The Utah Department of Transportation is charged with the responsibility of keeping state roads safe, and part of that responsibility includes forecasting and preventing snow avalanches.

A system known as the Highway Avalanche Hazard Index has been developed to give a numerical value to the potential snow avalanche threat.

Some of the roads in Utah affected by Snow Avalanches include SR 158, Powder Mountain; SR 190, Big Cottonwood Canyon; US 189, Provo Canyon; US 40, Daniels Canyon and SR 92, American Fork Canyon.

Steep terrain, heavy snowfall, and snow-pack combine to make those Utah roads prone to snow avalanches. But of all the roadways in Utah that are threatened by snow avalanches, the most frequently occurring hazard is on Little Cottonwood Canyon – SR 210. In fact, Little Cottonwood Canyon Road has one of the highest Avalanche Hazard Index ratings in North America.

A system known as the Highway Avalanche Hazard Index has been developed to give a numerical value to the potential threat. The  rating helps planners and administrators “have some understanding of what motorists face on mountain corridors,” says Liam Fitzgerald, UDOT’s Avalanche Forecaster.

A number of factors are combined to determine that numerical value, including snowfall abundance, terrain steepness and traffic volume. Comparing Little Cottonwood Canyon Road with other well known mountain roads gives some perspective: Red Mountain Pass in Colorado has a rating of 126, Rogers Pass in Canada is rated at 174 and Little Cottonwood Canyon Road is rated at 766.

Little Cottonwood Canyon has in part been shaped by avalanches. Avalanches influence vegetation patterns and in turn, vegetation influences erosion patterns forming gullies. Gullies then direct debris further influencing tree growth. Terrain in different parts of the canyon leads to different types of avalanche problems.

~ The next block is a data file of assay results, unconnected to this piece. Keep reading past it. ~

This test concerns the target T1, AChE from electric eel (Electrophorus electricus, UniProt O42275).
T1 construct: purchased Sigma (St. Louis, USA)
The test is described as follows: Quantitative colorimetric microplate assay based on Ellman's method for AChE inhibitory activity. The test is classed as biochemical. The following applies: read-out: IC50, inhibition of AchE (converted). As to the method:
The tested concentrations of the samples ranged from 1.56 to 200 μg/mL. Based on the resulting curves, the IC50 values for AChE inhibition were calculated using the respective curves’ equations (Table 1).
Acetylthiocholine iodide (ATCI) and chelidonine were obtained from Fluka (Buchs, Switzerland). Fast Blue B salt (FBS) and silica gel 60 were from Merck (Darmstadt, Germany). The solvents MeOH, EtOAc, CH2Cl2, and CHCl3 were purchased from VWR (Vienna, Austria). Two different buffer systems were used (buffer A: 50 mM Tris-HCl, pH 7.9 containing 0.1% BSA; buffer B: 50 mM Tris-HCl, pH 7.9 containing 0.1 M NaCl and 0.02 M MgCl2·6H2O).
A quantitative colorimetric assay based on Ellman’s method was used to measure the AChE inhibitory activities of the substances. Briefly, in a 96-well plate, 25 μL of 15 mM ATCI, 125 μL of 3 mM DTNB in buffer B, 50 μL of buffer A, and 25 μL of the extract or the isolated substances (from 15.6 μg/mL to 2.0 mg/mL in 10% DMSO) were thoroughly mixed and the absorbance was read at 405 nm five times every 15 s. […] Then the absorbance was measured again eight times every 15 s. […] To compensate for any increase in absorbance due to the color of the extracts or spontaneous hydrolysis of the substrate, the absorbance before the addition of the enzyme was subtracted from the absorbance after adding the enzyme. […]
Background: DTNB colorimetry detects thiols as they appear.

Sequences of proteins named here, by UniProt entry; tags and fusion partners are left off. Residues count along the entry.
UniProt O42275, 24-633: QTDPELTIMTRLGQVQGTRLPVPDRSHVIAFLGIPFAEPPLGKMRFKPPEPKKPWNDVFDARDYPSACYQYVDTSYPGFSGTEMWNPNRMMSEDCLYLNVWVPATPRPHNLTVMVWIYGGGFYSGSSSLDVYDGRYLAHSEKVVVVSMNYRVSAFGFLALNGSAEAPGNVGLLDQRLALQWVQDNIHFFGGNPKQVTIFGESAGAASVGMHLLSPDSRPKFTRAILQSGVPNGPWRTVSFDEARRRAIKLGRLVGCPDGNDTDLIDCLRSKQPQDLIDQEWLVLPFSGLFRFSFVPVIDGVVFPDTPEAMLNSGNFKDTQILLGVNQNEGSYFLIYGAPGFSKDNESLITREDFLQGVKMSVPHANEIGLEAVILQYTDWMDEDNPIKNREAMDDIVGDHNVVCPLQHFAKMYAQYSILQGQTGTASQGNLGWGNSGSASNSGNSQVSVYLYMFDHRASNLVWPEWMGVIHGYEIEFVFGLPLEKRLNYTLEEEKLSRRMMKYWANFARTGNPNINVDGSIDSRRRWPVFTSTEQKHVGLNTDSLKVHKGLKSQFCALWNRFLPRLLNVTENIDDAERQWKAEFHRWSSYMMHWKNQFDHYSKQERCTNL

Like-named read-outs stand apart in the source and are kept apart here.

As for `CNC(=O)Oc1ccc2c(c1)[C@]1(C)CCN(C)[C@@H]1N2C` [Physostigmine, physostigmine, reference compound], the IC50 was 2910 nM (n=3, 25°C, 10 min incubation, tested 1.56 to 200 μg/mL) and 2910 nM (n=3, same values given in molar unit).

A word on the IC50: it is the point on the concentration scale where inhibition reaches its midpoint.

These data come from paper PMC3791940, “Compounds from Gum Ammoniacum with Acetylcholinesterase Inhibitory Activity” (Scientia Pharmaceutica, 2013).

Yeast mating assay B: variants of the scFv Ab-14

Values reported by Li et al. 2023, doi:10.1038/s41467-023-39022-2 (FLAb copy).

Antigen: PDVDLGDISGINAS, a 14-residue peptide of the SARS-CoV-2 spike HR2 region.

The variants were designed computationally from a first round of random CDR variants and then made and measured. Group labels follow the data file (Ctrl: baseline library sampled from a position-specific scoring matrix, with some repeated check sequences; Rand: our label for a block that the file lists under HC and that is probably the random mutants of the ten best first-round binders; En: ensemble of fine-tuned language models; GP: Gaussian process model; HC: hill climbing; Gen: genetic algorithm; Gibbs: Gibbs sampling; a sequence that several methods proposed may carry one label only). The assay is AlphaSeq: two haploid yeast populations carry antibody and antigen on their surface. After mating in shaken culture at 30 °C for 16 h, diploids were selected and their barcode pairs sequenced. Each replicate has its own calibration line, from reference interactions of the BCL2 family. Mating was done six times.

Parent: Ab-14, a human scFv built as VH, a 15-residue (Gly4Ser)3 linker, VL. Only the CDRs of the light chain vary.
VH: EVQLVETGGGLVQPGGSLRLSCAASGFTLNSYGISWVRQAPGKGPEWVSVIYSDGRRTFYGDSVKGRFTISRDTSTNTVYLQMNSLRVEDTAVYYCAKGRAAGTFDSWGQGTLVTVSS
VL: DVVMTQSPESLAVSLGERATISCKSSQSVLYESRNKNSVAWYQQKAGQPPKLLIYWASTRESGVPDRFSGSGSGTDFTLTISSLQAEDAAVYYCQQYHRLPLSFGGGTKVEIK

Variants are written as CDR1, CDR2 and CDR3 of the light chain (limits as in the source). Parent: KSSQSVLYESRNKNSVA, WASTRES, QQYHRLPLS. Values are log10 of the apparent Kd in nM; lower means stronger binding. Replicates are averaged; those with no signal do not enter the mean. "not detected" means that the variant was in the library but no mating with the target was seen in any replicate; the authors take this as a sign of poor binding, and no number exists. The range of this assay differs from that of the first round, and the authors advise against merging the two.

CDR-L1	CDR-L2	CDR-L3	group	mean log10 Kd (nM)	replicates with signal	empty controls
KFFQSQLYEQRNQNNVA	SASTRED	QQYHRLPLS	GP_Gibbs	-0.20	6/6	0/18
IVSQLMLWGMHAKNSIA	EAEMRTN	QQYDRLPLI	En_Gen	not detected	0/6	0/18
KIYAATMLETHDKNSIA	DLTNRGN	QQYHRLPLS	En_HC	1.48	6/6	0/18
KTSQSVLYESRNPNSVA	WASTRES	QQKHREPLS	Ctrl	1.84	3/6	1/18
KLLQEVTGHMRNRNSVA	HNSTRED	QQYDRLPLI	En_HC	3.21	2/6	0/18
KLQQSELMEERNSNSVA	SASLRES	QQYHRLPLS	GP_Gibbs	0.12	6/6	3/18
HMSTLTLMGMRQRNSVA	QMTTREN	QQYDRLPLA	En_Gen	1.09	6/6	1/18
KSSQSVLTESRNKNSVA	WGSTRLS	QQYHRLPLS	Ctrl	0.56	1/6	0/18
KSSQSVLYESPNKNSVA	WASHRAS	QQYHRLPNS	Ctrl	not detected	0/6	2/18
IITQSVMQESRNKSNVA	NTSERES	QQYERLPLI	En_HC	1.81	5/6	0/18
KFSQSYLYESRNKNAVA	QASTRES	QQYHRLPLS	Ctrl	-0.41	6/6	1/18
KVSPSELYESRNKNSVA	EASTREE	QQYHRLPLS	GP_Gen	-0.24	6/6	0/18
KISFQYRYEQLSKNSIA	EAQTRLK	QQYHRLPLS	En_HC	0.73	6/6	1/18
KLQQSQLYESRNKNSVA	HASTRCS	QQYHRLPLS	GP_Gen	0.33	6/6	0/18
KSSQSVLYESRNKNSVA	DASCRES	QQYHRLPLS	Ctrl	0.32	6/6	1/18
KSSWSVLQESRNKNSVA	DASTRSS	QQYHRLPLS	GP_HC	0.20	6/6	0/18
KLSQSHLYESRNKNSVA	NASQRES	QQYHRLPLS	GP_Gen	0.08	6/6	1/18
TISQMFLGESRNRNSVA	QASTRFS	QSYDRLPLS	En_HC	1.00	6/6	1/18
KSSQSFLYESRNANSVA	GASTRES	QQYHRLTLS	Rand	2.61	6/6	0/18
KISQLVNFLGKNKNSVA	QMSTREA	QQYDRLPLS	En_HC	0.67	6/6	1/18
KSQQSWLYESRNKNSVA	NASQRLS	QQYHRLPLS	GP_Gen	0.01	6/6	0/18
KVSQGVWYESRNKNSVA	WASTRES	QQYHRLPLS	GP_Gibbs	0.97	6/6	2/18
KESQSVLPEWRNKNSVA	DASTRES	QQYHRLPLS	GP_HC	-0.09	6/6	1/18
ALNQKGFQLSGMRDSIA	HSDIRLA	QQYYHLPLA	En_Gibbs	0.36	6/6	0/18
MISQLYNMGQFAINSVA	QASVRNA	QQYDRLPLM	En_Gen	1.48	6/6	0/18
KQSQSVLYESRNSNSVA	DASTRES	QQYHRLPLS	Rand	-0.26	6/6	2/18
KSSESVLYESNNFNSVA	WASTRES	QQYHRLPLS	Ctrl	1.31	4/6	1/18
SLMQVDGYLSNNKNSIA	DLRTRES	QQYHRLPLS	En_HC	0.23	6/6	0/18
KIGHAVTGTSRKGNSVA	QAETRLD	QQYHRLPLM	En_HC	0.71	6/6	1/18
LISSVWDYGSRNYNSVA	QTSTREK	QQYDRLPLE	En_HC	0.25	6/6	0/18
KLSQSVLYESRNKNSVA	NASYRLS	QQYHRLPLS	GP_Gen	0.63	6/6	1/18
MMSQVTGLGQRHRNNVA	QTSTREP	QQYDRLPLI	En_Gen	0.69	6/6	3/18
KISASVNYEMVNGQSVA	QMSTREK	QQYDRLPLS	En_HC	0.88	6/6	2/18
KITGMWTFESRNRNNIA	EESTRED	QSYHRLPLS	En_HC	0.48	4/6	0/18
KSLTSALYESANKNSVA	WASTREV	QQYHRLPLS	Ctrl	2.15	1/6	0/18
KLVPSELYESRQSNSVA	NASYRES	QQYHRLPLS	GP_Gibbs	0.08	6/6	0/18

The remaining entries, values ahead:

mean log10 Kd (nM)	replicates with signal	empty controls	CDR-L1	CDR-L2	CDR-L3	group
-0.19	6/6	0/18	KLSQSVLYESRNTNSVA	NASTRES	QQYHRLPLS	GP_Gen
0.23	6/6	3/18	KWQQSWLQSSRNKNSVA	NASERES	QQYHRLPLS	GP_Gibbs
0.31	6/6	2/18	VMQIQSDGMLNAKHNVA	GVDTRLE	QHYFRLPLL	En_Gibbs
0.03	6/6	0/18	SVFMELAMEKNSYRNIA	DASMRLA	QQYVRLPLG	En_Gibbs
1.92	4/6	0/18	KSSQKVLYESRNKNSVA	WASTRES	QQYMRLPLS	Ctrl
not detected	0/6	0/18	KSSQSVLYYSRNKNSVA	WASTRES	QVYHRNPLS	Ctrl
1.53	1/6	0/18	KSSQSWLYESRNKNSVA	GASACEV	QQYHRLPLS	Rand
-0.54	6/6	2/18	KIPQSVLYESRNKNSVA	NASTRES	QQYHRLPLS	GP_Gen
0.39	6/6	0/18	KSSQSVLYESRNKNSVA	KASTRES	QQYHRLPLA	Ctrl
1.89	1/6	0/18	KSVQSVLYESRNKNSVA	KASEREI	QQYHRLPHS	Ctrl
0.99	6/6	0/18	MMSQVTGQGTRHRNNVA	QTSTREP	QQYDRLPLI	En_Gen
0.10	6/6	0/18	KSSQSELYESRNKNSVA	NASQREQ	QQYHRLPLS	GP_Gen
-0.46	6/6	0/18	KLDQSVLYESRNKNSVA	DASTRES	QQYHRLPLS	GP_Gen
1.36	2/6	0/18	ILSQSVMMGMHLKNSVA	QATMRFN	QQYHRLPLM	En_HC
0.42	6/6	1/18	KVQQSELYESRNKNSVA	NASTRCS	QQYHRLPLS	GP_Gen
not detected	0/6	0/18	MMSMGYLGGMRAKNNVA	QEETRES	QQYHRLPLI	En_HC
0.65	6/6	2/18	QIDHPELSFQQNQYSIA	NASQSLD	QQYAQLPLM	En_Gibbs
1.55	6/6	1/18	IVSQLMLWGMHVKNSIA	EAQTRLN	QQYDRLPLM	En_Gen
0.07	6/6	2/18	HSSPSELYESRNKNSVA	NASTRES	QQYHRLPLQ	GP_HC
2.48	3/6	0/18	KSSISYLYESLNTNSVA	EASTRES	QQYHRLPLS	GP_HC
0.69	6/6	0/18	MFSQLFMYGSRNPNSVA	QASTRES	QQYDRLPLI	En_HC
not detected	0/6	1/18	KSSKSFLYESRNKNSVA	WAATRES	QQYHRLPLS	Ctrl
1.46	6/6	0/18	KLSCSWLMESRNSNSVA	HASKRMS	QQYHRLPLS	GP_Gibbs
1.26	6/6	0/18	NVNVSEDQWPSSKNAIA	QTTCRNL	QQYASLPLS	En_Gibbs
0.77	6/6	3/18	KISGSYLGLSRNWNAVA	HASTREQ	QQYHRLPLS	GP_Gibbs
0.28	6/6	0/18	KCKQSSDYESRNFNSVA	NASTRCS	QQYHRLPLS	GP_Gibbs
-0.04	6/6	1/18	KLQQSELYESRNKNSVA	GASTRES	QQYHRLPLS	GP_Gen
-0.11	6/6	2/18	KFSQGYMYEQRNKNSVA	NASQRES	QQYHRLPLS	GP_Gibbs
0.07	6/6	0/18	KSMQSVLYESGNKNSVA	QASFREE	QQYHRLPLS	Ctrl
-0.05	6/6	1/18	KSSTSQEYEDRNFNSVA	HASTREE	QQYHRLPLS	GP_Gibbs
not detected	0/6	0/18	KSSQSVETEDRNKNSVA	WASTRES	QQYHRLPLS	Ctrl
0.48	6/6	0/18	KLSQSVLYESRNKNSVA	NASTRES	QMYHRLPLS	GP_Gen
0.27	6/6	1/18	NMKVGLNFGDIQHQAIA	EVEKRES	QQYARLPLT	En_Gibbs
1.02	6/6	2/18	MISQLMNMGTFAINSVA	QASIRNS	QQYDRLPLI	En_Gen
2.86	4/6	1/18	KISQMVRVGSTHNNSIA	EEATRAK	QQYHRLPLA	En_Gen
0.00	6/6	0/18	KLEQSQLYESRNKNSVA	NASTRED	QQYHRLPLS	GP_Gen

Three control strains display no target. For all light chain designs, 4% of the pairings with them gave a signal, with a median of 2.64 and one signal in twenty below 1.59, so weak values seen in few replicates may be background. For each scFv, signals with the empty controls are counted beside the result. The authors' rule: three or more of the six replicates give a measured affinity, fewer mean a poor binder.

Some terrain is very steep and rugged which results in more frequent avalanches usually involving more recently deposited layers of snow. In other sections of the canyon where terrain is more open and less steep, fewer avalanches tend to occur but those occurrences often involve older layers of snow and may cover a wider area.

Although most of the time avalanche forecasting and control efforts allow for safe travel on the canyon roads, upon occasion, naturally occurring avalanches reach the canyon roads while they are open.

Information about back-country safety can be obtained by clicking under the Salt Lake City link on the Avalanche Center’s Web site, www.avalanche.org.

This post is based on a presentation given by Liam Fitzgerald, the Avalanche Forecaster for UDOT.

2 thoughts on “RATING ROADS”

  1. Gary Whitton

    I would be interested in knowing where the image for this post was taken. What canyon and mountains are we looking at?

  2. Becky Parker

    The photo was taken from Maybird Gulch by Adam Naisbitt one of our Avalanche Forecasters. It is of the north side of Little Cottonwood Canyon with the Salt Lake Twins on the left and Superior on the right.

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